“It’s always a conflict, especially with girls,” said Sutherland. “They think they’re the one that’s gonna get you to stop running and they’re gonna change ya, but it’s not gonna happen.”
Growing up, Sutherland was a big kid, carrying the opposite of a stereotypical runner’s body, and now stands at 6-foot-4. He didn’t always run. While pitching for Granada Hills High School (Southern California), he took up running in order to improve his ability on the mound. Quickly, his endurance improved, but he also started to lose weight. To this day, Sutherland weighs more than 20 pounds lighter than the day he graduated high school. How many people can say that?
Over the years, he’s developed a routine around his running. Typically, he wakes up, reads online – nowadays for about 40 minutes – and then takes his morning run. The goal is to run twice most days, but that doesn’t always happen now that he’s 62 and averaging “just” 10-12 runs per week.
During his runs, Sutherland never listens to music. As an avid music enthusiast, he refuses to listen passively, with the music playing in the background. Otherwise, Sutherland would feel cheated of all the distinct sounds and instruments he’d prefer to study. For that reason, he saves music for times when he can give his undivided attention.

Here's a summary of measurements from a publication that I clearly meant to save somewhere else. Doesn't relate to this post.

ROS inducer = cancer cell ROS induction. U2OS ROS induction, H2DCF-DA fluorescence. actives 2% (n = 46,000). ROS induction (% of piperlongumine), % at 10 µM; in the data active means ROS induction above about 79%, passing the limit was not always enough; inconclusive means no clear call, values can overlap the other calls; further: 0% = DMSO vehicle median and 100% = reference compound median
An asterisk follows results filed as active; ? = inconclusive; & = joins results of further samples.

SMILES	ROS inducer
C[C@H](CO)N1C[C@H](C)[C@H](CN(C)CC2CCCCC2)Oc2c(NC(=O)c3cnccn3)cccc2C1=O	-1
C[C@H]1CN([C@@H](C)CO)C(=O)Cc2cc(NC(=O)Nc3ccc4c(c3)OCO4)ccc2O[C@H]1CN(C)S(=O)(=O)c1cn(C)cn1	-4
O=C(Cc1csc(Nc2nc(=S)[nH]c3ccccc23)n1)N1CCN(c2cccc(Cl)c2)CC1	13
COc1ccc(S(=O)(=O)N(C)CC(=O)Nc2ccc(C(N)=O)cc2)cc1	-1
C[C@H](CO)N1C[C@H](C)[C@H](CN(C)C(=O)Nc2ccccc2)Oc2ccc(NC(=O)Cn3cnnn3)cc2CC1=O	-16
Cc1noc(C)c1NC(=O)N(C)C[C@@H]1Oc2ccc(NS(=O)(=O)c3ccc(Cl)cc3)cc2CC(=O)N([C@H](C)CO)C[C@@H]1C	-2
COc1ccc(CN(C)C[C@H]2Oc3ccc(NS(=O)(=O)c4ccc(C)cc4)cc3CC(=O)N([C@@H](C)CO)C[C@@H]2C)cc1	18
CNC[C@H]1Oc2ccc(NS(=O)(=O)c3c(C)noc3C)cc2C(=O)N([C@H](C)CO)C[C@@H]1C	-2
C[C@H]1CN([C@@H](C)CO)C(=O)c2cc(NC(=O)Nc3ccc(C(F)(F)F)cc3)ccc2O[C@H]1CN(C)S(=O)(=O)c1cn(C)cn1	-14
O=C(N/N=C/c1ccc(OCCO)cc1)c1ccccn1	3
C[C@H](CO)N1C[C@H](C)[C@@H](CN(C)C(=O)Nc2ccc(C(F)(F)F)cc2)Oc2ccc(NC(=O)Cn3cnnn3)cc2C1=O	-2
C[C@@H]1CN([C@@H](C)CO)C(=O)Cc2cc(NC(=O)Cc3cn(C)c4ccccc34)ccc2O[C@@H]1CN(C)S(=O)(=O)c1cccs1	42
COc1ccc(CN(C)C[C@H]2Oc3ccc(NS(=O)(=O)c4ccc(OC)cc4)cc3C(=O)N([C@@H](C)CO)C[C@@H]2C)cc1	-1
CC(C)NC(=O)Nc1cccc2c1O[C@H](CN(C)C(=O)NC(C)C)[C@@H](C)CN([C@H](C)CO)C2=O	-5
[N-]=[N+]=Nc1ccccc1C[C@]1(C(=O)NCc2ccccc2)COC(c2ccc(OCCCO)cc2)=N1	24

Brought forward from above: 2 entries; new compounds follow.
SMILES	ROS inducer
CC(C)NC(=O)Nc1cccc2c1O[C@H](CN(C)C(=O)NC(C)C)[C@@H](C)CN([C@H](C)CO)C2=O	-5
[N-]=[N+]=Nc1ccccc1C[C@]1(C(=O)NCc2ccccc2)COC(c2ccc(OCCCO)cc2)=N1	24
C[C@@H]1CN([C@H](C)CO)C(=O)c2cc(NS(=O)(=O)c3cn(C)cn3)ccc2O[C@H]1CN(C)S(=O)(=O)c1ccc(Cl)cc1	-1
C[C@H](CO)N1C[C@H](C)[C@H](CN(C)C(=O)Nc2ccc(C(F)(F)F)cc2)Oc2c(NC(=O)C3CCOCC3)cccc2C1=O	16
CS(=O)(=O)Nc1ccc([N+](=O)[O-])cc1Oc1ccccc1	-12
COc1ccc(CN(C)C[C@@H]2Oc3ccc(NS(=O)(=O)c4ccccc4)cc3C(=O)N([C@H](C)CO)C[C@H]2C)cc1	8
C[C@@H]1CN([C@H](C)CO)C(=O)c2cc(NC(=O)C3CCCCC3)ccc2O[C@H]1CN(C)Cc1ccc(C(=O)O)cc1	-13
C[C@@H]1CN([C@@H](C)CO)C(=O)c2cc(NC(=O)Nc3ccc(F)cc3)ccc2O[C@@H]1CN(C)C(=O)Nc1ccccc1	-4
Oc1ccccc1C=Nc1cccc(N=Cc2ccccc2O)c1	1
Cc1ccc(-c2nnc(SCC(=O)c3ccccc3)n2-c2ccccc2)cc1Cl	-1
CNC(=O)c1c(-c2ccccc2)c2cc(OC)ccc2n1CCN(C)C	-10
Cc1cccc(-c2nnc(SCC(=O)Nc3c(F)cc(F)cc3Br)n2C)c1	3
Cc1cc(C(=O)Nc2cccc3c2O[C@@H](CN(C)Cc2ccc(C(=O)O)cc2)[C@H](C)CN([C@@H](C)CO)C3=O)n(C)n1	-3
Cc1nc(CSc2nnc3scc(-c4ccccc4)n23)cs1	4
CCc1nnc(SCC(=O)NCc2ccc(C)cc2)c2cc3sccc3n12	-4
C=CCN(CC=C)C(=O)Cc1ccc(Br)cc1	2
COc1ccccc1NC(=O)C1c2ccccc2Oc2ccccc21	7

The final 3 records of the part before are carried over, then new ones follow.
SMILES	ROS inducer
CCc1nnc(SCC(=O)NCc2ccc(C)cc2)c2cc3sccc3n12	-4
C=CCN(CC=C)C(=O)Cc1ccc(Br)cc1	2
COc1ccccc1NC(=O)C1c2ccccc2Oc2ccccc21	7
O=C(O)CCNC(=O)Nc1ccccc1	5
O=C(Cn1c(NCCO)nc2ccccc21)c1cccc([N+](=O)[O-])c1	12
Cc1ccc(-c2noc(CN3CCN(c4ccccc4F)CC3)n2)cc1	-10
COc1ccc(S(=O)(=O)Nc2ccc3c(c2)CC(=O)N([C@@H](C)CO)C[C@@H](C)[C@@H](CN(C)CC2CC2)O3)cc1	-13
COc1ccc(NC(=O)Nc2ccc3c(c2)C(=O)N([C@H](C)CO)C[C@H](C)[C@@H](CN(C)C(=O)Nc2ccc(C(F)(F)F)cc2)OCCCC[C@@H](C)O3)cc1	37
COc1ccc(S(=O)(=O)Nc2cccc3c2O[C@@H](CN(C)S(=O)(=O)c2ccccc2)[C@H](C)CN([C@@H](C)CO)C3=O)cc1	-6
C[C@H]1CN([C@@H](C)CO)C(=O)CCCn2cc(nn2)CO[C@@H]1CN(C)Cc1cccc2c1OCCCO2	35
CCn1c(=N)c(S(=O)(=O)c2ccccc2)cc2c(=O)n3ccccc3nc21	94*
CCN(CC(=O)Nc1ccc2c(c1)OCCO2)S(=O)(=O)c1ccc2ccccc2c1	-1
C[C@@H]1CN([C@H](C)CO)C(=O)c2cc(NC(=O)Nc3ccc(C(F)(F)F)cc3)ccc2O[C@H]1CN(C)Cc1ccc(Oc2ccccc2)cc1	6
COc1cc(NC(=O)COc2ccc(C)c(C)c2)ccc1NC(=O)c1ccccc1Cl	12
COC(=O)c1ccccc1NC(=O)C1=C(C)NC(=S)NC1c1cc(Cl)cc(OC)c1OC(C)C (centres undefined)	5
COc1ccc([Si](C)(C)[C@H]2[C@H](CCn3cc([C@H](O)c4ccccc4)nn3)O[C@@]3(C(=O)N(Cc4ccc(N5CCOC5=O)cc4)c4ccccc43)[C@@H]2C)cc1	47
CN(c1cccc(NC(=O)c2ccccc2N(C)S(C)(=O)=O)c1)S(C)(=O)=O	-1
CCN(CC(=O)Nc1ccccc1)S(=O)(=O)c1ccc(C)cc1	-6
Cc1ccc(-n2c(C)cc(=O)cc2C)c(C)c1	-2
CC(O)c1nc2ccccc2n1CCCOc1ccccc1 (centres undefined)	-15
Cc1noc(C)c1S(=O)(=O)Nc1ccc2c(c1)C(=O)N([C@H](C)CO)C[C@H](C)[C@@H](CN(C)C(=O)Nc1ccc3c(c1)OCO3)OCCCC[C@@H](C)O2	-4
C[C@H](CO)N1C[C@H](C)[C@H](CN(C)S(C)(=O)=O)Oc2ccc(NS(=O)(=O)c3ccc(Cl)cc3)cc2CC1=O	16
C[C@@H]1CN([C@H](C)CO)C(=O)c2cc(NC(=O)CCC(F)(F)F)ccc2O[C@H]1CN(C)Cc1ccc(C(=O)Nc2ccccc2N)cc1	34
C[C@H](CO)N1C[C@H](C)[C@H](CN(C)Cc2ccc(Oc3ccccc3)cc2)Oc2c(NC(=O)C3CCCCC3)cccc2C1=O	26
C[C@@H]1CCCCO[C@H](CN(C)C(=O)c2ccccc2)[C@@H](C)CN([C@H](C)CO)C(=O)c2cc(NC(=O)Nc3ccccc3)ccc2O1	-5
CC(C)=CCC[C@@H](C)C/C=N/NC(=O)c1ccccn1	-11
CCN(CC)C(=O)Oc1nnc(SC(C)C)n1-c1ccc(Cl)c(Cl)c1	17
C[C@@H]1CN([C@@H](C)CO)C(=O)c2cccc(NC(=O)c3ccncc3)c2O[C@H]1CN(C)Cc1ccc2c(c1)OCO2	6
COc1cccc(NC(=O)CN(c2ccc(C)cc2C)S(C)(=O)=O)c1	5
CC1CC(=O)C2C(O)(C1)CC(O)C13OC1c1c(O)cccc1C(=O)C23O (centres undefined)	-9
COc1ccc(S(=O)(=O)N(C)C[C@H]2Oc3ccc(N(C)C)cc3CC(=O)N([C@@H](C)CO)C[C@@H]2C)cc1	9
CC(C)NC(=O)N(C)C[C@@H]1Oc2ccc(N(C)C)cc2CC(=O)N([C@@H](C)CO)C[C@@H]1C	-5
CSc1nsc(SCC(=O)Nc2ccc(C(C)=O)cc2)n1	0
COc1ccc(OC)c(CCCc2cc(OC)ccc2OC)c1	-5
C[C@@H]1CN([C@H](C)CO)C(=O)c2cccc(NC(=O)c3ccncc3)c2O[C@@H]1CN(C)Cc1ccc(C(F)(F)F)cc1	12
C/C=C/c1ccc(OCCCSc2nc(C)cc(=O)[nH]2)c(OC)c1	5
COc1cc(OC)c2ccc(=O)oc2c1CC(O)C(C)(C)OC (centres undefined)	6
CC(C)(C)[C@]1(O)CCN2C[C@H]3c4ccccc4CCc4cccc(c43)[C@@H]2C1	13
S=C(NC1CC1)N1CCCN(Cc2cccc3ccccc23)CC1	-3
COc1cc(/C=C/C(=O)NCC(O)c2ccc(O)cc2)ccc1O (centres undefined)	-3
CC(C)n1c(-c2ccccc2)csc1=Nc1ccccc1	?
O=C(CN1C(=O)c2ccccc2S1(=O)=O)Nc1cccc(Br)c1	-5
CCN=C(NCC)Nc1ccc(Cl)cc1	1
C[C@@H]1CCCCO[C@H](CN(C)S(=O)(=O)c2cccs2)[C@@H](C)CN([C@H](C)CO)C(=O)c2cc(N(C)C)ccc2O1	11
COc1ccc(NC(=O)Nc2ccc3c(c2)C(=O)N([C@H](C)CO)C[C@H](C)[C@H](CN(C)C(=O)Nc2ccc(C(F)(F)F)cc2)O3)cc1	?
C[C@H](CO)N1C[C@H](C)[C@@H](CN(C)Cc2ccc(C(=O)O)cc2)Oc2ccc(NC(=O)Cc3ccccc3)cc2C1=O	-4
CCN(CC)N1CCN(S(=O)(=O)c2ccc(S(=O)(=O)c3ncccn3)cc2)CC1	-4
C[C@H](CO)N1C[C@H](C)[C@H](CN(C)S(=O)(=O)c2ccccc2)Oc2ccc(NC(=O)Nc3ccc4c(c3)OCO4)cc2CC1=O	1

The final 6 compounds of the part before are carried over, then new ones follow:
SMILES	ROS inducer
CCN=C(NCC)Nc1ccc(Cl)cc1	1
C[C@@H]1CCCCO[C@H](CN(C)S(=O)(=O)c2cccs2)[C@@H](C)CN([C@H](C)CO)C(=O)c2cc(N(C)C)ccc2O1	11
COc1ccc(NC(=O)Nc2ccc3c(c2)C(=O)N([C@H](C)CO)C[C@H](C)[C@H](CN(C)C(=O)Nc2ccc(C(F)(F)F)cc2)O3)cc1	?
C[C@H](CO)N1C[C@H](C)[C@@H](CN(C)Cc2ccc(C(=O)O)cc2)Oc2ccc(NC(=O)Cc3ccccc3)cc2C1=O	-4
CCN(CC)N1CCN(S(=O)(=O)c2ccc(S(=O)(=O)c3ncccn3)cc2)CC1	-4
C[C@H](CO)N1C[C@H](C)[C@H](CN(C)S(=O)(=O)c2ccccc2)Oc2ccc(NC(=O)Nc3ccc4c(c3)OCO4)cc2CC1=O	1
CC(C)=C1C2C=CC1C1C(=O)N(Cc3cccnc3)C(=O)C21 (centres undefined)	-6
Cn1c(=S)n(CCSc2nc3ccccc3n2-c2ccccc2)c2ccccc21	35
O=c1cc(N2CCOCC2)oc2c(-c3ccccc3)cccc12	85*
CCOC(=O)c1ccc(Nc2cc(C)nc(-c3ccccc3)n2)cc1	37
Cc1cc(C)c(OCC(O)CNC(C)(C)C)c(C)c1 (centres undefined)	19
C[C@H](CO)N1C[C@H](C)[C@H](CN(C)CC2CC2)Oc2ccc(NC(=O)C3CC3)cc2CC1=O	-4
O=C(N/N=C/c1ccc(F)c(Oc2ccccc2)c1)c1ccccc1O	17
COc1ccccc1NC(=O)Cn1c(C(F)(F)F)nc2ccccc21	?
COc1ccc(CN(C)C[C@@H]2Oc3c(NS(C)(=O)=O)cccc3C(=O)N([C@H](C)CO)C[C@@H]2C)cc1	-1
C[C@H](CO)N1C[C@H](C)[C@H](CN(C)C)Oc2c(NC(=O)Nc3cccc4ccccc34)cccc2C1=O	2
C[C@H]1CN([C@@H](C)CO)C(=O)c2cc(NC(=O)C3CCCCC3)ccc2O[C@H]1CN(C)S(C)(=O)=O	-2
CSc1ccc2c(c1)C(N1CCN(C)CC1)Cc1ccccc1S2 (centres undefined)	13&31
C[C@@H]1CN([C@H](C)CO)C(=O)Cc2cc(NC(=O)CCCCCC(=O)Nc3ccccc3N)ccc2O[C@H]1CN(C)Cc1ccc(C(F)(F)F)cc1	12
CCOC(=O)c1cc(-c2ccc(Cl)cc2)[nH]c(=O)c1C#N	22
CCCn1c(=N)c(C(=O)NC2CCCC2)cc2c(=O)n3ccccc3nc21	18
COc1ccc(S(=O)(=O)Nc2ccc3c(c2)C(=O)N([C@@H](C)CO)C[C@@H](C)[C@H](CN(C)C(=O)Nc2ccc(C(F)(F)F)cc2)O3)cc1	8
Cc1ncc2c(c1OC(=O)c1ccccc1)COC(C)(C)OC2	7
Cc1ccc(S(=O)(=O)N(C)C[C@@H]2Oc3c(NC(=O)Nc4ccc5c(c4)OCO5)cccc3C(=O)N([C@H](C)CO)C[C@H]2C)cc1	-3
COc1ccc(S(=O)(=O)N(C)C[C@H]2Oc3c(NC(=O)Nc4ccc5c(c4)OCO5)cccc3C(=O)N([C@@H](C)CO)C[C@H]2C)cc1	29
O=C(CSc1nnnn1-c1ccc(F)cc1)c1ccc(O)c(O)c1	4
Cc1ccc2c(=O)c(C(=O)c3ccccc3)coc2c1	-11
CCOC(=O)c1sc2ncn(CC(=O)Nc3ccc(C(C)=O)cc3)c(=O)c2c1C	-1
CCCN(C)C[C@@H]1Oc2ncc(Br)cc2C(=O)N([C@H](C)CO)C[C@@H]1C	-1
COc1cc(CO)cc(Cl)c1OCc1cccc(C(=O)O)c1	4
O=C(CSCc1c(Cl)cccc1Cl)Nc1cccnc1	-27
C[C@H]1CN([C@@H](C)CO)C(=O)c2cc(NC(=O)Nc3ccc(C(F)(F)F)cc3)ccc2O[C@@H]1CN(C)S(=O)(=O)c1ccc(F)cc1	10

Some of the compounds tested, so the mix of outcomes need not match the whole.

The silence allows Sutherland to think. “I do almost all my writing when I run,” said Sutherland. “I’ll think about what I’m going to do. I’ll literally talk the story out in my head, and then when I get back, it comes out.” Similarly, while he’s running, Sutherland likes to prepare the speeches he plans to make to his cross county team at Notre Dame High School (Sherman Oaks, Calif.).
Sutherland’s work ethic was at least partially inherited from his college coach. “We had a coach, Laszlo Tabori, who was really tough,” said Sutherland. “We’d be there for two and a half [to] three hours, four days a week, begging him to stop, but we all did it. It taught us an incredible amount of dedication and perseverance.”
As with most elite athletes who go on to coach, Sutherland’s expectations for his runners can run extremely high.
“That’s the problem,” remarked Sutherland. “If you’ve been an elite athlete or a good athlete, you’ve gotta temper that with how good the kids really are. Can they do this? I’ve never coached a runner that ran a faster time than me on the track. I’m kind of disappointed.”
“For me, his standards were high,” said Richard Lucas, a two-year captain for Sutherland at Notre Dame from 2009 to 2011 and current runner at Boston College, “but never so [high] that it would hinder or put unneeded pressure on the athlete.”
Guy Arbogast, who met Jon at a race in 1968 when Arbogast was just 12 years old, added, “He had an incredible impact on me and played a huge role in my development into an international class distance runner.”
When fate renders Sutherland no longer able to run, his legacy will live on through the hundreds of runners he’s coached and inspired. The running will never cease.